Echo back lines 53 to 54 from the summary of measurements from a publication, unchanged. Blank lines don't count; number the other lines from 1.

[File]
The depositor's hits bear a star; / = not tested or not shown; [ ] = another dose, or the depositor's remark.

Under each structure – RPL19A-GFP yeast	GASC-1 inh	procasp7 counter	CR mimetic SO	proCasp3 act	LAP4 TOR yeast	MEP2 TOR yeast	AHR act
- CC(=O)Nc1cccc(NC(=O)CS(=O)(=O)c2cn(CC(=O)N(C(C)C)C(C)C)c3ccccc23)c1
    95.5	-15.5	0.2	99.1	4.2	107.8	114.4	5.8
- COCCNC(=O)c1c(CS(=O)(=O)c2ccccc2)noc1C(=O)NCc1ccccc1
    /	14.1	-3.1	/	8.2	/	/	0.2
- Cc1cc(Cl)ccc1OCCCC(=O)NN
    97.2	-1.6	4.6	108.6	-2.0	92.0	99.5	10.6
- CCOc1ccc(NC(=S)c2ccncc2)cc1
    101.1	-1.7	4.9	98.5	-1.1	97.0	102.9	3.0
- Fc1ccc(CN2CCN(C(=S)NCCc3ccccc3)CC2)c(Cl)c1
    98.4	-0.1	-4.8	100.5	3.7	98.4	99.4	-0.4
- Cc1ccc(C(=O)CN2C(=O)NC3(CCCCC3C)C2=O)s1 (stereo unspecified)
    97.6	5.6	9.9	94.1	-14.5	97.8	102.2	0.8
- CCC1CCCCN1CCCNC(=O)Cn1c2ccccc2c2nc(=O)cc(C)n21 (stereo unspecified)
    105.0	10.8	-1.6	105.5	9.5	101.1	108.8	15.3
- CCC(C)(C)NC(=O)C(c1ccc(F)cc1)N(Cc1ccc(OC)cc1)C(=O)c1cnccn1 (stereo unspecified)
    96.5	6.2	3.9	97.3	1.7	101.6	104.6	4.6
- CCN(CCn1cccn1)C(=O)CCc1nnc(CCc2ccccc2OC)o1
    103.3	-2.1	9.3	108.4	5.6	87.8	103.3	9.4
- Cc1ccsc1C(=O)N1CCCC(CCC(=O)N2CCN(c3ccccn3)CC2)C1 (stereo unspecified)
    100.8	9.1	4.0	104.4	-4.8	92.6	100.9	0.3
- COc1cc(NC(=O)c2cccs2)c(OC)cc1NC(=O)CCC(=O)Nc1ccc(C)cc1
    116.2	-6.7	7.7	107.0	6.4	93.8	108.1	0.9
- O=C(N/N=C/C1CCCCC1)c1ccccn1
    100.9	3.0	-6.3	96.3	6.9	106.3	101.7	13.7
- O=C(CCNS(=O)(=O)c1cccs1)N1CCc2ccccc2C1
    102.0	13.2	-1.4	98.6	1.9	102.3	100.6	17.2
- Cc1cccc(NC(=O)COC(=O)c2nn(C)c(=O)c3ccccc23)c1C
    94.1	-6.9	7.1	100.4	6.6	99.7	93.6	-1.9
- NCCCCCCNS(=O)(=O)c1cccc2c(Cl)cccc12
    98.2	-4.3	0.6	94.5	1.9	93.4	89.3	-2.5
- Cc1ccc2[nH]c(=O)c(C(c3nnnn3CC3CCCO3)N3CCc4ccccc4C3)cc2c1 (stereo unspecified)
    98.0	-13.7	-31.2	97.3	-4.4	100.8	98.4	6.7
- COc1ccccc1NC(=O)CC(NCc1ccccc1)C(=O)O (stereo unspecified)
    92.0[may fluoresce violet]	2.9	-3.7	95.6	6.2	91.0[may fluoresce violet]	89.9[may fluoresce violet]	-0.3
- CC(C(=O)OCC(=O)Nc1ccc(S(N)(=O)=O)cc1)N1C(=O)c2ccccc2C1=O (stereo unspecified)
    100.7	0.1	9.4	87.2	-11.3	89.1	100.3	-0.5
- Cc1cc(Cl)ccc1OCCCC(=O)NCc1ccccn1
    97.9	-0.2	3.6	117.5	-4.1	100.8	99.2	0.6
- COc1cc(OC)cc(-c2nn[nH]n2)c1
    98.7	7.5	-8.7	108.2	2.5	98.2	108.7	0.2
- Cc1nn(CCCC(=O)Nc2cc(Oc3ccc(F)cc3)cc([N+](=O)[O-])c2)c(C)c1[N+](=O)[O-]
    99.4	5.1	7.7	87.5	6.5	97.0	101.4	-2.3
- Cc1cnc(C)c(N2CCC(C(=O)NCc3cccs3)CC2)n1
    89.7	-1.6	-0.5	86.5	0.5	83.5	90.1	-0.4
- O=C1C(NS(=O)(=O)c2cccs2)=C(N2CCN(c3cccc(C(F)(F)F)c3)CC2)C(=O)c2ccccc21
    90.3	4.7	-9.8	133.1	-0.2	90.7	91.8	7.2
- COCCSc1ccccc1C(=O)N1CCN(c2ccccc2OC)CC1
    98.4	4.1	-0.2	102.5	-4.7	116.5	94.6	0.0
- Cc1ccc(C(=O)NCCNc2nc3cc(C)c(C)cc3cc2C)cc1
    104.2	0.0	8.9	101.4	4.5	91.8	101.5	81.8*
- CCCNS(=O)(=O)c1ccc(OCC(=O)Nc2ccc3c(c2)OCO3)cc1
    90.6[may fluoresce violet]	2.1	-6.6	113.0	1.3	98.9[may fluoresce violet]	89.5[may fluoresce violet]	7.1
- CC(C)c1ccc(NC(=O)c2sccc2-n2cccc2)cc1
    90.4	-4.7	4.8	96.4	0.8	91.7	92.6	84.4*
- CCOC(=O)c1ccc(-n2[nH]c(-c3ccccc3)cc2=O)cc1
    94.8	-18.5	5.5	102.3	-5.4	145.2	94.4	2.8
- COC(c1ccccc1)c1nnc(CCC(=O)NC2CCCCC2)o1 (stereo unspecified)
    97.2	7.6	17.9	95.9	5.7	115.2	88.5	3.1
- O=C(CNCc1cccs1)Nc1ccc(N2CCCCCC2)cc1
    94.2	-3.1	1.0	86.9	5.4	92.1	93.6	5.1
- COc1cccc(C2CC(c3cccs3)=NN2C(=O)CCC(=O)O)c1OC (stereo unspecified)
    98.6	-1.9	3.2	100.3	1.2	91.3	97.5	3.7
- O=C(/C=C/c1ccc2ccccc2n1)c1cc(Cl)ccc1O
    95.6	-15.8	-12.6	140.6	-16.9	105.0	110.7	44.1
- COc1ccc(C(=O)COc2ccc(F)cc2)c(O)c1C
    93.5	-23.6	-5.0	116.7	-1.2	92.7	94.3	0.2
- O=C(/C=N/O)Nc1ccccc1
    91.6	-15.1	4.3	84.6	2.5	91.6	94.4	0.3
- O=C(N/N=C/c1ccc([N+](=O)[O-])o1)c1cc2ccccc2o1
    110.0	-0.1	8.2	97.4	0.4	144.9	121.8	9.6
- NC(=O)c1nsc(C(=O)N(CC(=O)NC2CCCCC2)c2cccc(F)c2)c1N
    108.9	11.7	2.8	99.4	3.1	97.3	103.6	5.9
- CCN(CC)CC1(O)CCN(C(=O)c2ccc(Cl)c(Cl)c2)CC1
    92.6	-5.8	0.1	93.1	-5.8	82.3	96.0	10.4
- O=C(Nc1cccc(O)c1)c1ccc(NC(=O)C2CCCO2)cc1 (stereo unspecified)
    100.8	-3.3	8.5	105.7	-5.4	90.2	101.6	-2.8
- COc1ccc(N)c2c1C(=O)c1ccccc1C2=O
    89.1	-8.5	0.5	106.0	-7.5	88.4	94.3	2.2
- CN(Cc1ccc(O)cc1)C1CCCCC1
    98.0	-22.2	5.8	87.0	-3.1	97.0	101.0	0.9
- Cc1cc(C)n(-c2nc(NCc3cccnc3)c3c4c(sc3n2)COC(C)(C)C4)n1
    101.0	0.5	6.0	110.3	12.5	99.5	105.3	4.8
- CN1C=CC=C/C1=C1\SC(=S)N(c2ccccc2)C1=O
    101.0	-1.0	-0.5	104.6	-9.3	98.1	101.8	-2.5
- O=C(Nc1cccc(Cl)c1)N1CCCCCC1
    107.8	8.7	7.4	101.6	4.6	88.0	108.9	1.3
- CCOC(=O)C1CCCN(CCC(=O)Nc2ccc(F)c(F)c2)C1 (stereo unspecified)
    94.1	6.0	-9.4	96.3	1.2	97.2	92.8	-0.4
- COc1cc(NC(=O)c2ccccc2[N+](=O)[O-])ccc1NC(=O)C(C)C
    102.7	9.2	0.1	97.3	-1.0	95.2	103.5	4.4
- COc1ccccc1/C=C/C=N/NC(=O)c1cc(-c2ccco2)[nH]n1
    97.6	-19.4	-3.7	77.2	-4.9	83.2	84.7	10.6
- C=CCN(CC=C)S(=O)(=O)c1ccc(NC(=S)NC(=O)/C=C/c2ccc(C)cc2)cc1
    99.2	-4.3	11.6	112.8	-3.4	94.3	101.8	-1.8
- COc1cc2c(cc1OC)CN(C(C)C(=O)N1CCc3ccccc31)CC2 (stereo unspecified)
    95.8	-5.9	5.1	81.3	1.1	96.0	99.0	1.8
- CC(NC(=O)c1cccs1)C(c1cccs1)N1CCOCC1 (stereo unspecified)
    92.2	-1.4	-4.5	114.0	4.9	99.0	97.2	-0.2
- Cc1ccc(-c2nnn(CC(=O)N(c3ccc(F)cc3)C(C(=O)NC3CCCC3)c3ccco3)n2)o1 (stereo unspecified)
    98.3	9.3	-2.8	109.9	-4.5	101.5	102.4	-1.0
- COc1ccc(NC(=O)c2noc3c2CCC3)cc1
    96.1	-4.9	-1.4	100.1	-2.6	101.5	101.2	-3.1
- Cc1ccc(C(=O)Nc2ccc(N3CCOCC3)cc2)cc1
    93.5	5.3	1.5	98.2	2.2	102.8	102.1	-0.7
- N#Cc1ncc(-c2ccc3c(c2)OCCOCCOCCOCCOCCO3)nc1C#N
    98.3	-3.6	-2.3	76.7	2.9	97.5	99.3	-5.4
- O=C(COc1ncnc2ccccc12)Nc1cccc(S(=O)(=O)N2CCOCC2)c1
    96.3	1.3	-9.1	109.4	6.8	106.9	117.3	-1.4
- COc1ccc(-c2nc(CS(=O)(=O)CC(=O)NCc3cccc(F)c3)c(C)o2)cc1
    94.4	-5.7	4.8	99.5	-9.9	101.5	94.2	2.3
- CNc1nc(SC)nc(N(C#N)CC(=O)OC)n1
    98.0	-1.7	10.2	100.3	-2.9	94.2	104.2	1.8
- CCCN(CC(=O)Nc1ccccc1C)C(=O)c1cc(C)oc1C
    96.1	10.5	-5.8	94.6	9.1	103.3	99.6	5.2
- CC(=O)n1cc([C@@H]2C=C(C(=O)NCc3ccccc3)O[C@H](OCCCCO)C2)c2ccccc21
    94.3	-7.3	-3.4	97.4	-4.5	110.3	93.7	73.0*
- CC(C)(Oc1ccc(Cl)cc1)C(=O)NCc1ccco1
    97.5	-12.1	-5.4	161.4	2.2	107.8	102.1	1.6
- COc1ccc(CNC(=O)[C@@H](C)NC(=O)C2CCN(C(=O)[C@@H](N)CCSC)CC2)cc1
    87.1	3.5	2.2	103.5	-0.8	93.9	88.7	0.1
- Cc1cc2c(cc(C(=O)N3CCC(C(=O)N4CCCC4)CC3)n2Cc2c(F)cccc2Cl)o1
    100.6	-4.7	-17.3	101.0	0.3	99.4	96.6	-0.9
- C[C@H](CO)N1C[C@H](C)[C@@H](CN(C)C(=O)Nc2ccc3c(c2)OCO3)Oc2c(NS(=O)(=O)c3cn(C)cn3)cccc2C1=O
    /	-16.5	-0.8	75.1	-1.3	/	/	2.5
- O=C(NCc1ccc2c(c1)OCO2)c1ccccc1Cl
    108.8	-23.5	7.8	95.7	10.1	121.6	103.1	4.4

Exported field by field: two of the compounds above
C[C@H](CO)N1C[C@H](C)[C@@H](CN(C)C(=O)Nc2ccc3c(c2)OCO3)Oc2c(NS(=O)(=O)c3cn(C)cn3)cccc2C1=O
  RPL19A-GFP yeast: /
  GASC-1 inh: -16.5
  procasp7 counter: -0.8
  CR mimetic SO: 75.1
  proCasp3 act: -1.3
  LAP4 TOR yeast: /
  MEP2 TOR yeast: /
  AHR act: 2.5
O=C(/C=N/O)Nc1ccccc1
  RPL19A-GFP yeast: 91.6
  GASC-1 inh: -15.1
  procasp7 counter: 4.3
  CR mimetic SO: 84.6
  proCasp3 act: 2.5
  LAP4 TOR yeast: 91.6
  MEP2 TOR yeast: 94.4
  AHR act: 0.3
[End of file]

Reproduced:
- CCCNS(=O)(=O)c1ccc(OCC(=O)Nc2ccc3c(c2)OCO3)cc1
    90.6[may fluoresce violet]	2.1	-6.6	113.0	1.3	98.9[may fluoresce violet]	89.5[may fluoresce violet]	7.1